It is one of two militant groups in the south who have pledged allegiance to Daesh, prompting fears during the stalling of a peace process between the government and the Moro Islamic Liberation Front that it could make inroads in a region torn by decades of armed conflict.

Abu Sayyaf is infamous for abducting foreign and local tourists, then ransoming them off and operate mostly in the southern islands of Basilan and Sulu.

Last year, the group beheaded two Canadian hostages after seizing them from a beach resort on Samal Island.

The bombing of a night market in Philippine President Rodrigo Duterte’s hometown Davao last year was also blamed on the militant group after one of the suspects in the bombing was revealed to be an Abu Sayyaf associate who once worked in the central Philippines.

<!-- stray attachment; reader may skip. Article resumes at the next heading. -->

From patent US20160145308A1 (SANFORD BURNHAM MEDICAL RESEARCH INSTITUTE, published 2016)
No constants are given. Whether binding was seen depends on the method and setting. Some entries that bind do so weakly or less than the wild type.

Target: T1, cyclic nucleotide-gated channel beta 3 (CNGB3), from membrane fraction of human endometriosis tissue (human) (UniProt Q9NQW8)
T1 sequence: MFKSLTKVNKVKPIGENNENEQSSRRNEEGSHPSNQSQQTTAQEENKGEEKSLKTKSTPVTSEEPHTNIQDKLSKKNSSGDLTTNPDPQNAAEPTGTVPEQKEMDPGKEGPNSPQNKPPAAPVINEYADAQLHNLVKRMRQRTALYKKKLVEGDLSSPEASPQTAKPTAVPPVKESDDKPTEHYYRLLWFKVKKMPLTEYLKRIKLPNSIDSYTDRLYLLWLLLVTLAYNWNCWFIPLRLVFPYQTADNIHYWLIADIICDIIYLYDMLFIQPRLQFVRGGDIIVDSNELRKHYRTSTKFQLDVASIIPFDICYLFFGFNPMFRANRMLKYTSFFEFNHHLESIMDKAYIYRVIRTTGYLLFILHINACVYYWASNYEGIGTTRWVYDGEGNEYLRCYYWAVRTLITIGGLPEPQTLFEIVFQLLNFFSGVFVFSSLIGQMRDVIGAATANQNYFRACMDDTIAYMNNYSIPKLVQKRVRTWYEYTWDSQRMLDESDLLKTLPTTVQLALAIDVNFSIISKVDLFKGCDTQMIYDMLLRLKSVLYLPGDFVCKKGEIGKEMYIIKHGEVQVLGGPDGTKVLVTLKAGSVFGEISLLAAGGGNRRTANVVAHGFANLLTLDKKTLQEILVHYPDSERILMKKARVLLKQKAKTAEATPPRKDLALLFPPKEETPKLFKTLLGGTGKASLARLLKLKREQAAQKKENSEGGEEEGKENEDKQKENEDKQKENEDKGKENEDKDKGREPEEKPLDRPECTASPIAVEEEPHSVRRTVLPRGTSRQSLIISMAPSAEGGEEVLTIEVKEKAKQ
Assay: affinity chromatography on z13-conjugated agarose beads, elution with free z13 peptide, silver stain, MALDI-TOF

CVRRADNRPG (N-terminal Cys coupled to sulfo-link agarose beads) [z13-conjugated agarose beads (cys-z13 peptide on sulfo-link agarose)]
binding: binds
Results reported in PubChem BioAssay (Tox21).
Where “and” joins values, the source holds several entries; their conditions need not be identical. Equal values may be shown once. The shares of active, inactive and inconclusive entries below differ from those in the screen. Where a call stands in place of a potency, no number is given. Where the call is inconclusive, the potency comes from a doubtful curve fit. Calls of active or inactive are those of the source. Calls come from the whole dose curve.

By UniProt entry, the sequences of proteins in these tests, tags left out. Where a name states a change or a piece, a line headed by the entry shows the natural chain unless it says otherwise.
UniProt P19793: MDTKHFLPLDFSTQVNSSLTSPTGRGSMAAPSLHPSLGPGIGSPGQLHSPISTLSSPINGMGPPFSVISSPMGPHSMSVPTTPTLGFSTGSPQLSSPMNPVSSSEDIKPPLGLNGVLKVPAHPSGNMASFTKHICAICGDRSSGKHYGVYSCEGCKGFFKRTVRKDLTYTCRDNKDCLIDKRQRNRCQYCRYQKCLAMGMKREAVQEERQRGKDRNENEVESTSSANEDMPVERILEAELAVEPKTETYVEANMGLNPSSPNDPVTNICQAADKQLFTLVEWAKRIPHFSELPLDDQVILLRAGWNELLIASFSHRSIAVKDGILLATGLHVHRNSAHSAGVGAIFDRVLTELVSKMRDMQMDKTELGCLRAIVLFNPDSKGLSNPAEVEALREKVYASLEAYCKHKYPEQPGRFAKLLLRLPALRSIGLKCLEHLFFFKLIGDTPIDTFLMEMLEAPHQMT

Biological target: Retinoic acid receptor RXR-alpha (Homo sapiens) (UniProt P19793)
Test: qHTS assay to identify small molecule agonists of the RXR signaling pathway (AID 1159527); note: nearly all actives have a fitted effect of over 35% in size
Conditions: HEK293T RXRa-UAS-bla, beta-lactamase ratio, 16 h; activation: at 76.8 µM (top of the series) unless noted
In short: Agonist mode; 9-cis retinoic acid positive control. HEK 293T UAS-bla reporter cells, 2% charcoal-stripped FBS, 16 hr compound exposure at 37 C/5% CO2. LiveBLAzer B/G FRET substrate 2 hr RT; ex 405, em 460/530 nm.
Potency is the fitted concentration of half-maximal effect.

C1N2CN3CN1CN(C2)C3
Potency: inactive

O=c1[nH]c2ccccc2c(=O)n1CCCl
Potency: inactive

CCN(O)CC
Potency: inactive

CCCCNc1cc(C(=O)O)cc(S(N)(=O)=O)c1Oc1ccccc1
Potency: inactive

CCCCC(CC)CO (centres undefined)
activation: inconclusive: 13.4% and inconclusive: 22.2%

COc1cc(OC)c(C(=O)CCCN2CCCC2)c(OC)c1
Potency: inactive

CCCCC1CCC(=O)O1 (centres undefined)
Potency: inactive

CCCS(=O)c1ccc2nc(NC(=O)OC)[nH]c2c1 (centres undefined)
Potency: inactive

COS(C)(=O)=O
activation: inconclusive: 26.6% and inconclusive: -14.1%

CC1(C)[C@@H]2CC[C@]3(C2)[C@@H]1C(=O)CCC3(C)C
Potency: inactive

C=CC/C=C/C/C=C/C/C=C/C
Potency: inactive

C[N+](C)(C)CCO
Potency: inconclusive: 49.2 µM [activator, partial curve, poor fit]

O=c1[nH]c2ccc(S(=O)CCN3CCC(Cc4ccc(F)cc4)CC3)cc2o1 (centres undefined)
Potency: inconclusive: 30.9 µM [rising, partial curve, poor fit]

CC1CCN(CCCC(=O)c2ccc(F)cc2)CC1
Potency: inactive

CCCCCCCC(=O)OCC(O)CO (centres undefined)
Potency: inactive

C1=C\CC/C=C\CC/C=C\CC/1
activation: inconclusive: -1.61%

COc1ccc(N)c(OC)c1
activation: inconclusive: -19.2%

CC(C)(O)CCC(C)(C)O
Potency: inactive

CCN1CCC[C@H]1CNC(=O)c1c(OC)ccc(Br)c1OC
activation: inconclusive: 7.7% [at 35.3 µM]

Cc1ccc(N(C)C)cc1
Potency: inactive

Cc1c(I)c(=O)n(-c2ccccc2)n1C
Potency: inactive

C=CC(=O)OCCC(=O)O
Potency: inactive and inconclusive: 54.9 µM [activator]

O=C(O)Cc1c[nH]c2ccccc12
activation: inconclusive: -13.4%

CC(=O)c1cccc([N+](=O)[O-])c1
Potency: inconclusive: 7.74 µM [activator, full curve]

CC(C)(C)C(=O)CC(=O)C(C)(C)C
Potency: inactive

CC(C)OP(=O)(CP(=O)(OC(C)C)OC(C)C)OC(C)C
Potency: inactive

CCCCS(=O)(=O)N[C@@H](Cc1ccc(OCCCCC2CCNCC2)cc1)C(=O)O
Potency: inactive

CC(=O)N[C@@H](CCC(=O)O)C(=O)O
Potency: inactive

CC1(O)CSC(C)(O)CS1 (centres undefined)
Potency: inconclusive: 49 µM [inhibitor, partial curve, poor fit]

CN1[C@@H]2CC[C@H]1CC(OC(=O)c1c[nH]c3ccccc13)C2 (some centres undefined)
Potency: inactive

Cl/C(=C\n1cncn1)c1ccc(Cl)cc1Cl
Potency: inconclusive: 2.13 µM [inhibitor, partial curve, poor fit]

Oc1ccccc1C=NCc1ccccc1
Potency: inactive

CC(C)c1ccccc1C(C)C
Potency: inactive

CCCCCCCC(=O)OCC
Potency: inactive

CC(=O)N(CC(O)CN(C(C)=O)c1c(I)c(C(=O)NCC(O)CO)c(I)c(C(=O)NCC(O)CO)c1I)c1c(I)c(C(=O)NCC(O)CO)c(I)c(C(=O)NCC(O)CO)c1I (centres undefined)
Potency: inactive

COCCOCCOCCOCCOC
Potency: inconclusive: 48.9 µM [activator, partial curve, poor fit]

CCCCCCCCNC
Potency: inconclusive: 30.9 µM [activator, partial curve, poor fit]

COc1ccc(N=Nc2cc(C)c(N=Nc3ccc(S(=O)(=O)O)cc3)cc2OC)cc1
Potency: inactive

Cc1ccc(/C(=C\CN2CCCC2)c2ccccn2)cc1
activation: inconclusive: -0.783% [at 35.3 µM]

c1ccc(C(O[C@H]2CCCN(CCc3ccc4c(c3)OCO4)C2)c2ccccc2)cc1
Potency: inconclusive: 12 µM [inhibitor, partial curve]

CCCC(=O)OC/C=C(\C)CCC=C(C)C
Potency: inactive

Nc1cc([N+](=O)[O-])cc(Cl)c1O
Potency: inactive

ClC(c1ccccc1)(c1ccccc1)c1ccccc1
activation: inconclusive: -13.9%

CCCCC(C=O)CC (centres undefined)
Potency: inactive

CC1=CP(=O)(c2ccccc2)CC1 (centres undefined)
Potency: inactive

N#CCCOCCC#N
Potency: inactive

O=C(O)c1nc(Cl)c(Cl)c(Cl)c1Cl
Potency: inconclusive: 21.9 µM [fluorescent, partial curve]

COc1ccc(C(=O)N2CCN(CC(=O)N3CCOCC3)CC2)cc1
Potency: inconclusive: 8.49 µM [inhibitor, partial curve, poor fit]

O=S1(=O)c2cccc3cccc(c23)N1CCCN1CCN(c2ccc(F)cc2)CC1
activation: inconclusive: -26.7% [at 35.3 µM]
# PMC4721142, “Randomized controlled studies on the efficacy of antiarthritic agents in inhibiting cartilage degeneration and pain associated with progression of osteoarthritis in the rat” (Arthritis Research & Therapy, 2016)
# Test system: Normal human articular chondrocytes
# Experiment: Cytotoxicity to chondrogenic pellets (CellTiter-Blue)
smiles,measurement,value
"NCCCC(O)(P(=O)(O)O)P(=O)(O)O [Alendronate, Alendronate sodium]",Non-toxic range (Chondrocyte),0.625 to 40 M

In February, the group beheaded a 70-year-old yachtsman from Germany, Jurgen Kantner after his government refused to pay a $600,000 ransom.

Their most deadly attack came in 2004, when the militants bombed a passenger ferry off Manila Bay, killing more than 100.

The attack also became one of the country’s worst terrorist attacks.

Abu Sayyaf, whose overall commander is believed to be Alhabsi Misaya, remains one of the most serious militant threats in the region.

Last month, troops backed by airstrikes killed dozens of Maute militants and captured their jungle camp near Lanao del Sur’s Piagapo town. Troops found homemade bombs, grenades, combat uniforms and passports of suspected Indonesian militants in the camp, the military said.

Source- AFF